Riverside updates its Karst
Mid-market firm The Riverside Company has handed the reins of its European business to Karsten Langer (pictured), who succeeds managing partner Antonio Cabral, as it kicks off fundraising for its sixth European fund, PEI has learned. The fund is targeting €600 million, its largest yet, according to communications sent by the firm to investors seen by PEI. Once Langer takes over, Cabral’s title will switch from managing partner to founding partner and he’ll remain a senior member of Riverside Europe Funds’ investment committee.
Don’t mention the i-word
The “impact investor” label, which has been eagerly adopted by firms of various hues, is not always helpful, says Dave Chen, principal and chairman of sustainability-focused real assets firm Equilibrium Capital. “When we talk to a pension plan like CalSTRS, we generally don’t talk about impact investing,” he said at the Credit Suisse Asian Investment Forum in Hong Kong. “In some ways you shouldn’t talk about impact investing; you should get back to the fundamentals of what’s going on in the industry.”
A slice of Oak for AlpInvest
Another day, another GP-led secondaries deal by a brand-name manager. This time AlpInvest is set to back the restructuring of Oaktree Capital Management’s 2009-vintage Principal Fund V, a deal run by Evercore, sister title Secondaries Investor has reported. This came a day after SI revealed Ares Management was mulling something similar for ACOF III, its 2008-vintage buyout fund. As well as being potentially a big one – Fund V had $1.3 billion of remaining NAV as of 31 December – it is a rare process involving a special sits fund.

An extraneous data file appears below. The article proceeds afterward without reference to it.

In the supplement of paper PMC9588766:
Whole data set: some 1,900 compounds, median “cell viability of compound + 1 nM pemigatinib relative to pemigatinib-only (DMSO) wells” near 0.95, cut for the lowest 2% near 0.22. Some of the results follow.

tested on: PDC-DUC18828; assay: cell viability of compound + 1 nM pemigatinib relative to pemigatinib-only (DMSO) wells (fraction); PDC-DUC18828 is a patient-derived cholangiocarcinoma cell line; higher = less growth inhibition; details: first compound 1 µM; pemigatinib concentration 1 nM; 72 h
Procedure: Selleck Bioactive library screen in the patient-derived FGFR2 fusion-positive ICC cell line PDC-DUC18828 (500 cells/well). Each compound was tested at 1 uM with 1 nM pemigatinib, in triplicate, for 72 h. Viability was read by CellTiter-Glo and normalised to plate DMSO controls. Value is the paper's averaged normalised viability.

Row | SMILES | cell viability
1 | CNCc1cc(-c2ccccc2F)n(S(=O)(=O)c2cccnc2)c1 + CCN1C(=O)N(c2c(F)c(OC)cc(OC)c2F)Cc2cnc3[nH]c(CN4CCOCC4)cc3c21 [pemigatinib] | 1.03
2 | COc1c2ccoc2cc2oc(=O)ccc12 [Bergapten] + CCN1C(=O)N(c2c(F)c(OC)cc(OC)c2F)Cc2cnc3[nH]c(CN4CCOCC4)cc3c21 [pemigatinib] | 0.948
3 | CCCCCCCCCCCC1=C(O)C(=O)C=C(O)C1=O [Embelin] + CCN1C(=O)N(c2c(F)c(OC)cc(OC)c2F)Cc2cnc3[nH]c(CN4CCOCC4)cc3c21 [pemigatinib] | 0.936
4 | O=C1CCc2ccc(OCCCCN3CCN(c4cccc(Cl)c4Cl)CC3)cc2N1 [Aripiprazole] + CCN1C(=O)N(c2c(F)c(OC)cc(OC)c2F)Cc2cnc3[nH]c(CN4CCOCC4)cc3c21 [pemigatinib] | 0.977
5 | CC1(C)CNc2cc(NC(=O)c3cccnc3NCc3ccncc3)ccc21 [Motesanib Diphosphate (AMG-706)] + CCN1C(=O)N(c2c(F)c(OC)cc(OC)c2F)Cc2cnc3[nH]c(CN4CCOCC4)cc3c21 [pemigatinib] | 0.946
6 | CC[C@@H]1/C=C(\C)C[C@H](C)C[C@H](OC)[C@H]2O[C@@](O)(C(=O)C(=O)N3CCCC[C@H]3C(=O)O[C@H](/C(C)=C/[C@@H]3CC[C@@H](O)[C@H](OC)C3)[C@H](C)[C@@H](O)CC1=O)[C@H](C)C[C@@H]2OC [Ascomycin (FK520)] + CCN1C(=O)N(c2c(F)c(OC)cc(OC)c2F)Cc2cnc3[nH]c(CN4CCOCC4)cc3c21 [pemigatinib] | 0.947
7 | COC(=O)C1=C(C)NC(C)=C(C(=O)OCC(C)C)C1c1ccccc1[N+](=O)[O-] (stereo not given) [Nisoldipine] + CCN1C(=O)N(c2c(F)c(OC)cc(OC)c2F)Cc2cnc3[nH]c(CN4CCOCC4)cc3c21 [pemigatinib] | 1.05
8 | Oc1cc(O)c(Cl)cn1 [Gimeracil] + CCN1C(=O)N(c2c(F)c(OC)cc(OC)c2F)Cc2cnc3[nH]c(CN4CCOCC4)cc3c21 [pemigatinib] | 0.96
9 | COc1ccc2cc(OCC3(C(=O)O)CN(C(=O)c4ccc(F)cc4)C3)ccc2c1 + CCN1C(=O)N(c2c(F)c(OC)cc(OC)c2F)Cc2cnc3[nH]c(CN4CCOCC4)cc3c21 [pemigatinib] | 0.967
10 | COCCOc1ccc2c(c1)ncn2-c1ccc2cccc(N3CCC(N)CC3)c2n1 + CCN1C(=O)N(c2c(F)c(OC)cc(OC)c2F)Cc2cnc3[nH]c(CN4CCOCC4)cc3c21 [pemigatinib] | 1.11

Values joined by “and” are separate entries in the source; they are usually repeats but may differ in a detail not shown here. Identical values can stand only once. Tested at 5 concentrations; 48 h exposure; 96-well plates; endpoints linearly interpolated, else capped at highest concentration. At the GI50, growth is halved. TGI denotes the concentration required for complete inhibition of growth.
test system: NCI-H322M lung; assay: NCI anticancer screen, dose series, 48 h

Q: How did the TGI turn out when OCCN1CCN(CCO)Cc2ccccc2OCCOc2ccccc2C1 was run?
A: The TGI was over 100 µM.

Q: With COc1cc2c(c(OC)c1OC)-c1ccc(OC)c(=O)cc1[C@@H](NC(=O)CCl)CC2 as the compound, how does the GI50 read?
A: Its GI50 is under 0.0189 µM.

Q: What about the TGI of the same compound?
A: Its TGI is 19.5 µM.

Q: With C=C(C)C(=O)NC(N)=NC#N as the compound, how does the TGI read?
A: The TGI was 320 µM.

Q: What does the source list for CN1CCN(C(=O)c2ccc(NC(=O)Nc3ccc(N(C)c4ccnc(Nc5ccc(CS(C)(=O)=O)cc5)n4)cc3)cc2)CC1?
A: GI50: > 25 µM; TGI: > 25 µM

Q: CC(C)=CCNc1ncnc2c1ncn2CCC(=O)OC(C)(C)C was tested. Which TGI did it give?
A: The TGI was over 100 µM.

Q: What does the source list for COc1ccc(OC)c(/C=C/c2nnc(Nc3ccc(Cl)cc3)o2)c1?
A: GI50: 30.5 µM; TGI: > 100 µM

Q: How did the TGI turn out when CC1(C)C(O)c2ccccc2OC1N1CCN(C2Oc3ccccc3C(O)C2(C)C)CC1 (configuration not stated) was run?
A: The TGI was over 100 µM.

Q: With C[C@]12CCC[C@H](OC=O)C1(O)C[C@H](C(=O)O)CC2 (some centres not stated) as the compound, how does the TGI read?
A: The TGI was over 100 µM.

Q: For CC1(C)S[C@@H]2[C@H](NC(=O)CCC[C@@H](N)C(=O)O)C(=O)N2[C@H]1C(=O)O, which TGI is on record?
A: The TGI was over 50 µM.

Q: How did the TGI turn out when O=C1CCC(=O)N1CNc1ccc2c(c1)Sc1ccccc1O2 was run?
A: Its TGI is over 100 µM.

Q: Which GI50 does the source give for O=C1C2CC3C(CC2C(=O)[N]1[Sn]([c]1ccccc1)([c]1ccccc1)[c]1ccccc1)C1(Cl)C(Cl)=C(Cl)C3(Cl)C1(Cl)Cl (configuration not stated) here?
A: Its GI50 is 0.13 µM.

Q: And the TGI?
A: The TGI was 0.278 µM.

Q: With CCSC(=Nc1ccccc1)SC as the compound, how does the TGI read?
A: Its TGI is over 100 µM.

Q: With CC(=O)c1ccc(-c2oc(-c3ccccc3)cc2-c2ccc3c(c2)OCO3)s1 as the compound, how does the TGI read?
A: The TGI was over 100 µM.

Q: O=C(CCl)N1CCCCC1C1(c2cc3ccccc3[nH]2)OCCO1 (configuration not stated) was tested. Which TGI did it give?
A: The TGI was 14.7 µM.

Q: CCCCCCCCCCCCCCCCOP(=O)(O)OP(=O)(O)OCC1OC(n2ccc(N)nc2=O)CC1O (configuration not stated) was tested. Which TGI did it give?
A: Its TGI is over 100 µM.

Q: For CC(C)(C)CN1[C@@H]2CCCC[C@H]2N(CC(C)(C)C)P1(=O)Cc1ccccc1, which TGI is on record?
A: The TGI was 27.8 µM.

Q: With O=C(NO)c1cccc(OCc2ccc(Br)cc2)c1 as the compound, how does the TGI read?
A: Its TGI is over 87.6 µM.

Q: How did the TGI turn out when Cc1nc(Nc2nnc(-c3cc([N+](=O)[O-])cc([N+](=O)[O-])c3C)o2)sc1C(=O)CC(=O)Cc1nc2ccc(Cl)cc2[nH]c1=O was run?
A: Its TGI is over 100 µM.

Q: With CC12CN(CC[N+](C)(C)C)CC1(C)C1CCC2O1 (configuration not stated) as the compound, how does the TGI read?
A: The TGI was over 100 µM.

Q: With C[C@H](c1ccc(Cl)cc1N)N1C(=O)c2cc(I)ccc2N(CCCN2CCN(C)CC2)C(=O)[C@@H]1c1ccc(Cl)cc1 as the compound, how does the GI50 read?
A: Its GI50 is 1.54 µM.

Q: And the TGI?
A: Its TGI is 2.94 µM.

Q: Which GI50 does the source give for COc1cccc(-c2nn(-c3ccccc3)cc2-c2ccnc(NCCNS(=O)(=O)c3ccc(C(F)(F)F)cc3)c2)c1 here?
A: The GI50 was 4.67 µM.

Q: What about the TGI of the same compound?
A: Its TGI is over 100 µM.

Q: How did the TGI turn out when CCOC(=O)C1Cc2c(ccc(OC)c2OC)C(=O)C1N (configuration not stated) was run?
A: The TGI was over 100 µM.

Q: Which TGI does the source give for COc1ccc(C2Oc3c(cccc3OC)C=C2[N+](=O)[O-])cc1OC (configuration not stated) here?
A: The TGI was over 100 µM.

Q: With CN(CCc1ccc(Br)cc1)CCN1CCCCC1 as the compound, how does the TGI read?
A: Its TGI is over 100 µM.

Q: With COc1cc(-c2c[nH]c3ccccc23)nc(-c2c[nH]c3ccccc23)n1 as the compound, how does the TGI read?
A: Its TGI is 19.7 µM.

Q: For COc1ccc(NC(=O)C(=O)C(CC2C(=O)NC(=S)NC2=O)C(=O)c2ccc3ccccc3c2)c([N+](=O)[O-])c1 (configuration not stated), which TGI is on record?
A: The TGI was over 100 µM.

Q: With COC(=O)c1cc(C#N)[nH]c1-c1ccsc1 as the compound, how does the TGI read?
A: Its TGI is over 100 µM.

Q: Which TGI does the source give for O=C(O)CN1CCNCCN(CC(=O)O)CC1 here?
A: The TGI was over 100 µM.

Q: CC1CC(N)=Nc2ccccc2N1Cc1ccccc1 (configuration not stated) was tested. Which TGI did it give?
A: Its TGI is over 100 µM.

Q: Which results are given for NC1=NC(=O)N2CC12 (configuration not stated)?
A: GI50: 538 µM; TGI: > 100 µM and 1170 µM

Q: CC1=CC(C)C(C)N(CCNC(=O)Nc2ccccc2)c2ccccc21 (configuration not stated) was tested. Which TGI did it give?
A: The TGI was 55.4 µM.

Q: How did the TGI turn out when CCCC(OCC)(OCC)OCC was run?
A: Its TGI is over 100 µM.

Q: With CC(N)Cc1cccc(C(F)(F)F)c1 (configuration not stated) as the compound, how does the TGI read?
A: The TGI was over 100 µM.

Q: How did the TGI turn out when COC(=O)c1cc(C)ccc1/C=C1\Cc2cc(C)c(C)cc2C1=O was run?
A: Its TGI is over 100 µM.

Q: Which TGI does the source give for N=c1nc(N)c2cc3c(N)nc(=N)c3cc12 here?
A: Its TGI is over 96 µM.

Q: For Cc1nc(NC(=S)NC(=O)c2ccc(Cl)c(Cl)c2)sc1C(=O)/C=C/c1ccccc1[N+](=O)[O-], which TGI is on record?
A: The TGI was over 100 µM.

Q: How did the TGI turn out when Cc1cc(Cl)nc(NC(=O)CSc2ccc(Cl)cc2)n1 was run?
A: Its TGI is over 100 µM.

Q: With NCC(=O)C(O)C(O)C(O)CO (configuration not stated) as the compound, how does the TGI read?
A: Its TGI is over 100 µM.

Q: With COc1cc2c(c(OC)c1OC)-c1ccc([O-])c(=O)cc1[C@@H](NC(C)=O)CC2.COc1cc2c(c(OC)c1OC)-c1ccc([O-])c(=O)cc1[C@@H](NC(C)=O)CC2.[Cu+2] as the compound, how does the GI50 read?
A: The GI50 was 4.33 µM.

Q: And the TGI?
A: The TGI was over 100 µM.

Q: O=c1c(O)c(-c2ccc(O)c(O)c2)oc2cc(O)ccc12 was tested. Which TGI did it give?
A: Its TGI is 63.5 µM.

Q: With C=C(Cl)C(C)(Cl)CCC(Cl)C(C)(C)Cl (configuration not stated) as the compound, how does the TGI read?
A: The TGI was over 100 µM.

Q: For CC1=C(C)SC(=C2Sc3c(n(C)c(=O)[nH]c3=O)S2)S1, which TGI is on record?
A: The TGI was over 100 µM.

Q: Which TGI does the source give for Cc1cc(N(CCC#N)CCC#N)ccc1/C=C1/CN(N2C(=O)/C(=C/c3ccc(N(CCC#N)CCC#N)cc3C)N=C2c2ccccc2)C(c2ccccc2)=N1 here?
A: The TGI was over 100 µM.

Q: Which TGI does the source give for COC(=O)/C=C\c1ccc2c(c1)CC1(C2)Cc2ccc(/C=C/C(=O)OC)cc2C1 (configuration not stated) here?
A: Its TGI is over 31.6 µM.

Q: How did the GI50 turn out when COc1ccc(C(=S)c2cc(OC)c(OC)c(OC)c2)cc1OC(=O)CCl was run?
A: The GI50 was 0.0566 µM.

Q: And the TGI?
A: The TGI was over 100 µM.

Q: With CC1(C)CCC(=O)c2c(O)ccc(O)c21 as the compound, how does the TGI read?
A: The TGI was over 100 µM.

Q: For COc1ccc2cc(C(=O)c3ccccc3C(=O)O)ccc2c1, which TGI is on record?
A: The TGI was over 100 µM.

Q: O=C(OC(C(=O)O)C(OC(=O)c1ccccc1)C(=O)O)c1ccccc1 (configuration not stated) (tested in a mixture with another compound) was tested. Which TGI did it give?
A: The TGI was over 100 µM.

What the money wants. Speaking of Oaktree, the Brookfield-Oaktree transaction will allow both managers to take further advantage of LPs’ desire to commit greater sums to fewer managers, writes sister title PERE’s senior editor Jonathan Brasse: “Like Blackstone, ‘Brook-tree’ now has credible vehicle series, track records in tow, in all the major private market food groups to offer their merged investor pools – a step towards being a one-stop shop in the broadest sense.” What’s more, consolidation in private markets will likely stabilise profits, beneficial to LPs and shareholders alike.
This Dyal goes up to 20. Neuberger Berman’s GP interest unit Dyal Capital Partners has acquired a minority position in US mid-market firm HGGC. The deal marks Dyal’s 20th private equity target and its fifth tech-related investment, according to its website. Dyal’s portfolio also includes tech giant Silver Lake, software investor Vista and tech specialist Vector.
Appetites for GP interests are “disproportionately large”, according to Coller Capital, but questions remain over how – or whether – these deals will be exited. Industry sources point to the public markets as a likely destination, but whether this would be through individual IPOs or listing Dyal’s funds as trusts is yet to be seen.
Leading the sovereign fund pack. Singaporean investors GIC and Temasek Holdings are top dogs when it comes to tech investing, according to Sovereign Wealth Funds 2018, a report by IE University and ICEX-Invest in Spain. And where the leaders go, the rest follow: since the Singaporeans ramped up their tech teams, set up offices in Silicon Valley and China, and explored earlier stages of investments – think biotech, mobility and AI back in 2014 – SWFs like Australia’s Future Fund, Malaysia’s Khazanah Nasional, the UAE’s Mubadala Investment Company and Ireland’s Strategic Investment Fund have followed, the report noted. Sovereigns participated in 220 VC rounds between 2014 and 2018; from 2009 to 2013 that figure was just 14.
She said it
“If you tell us this is what you do, you have to be disciplined about that.”
Texas TRS‘s senior director of energy, natural resources and infrastructure Carolyn Hansard tells sister title Infrastructure Investor managers need to stick to the script they sell.
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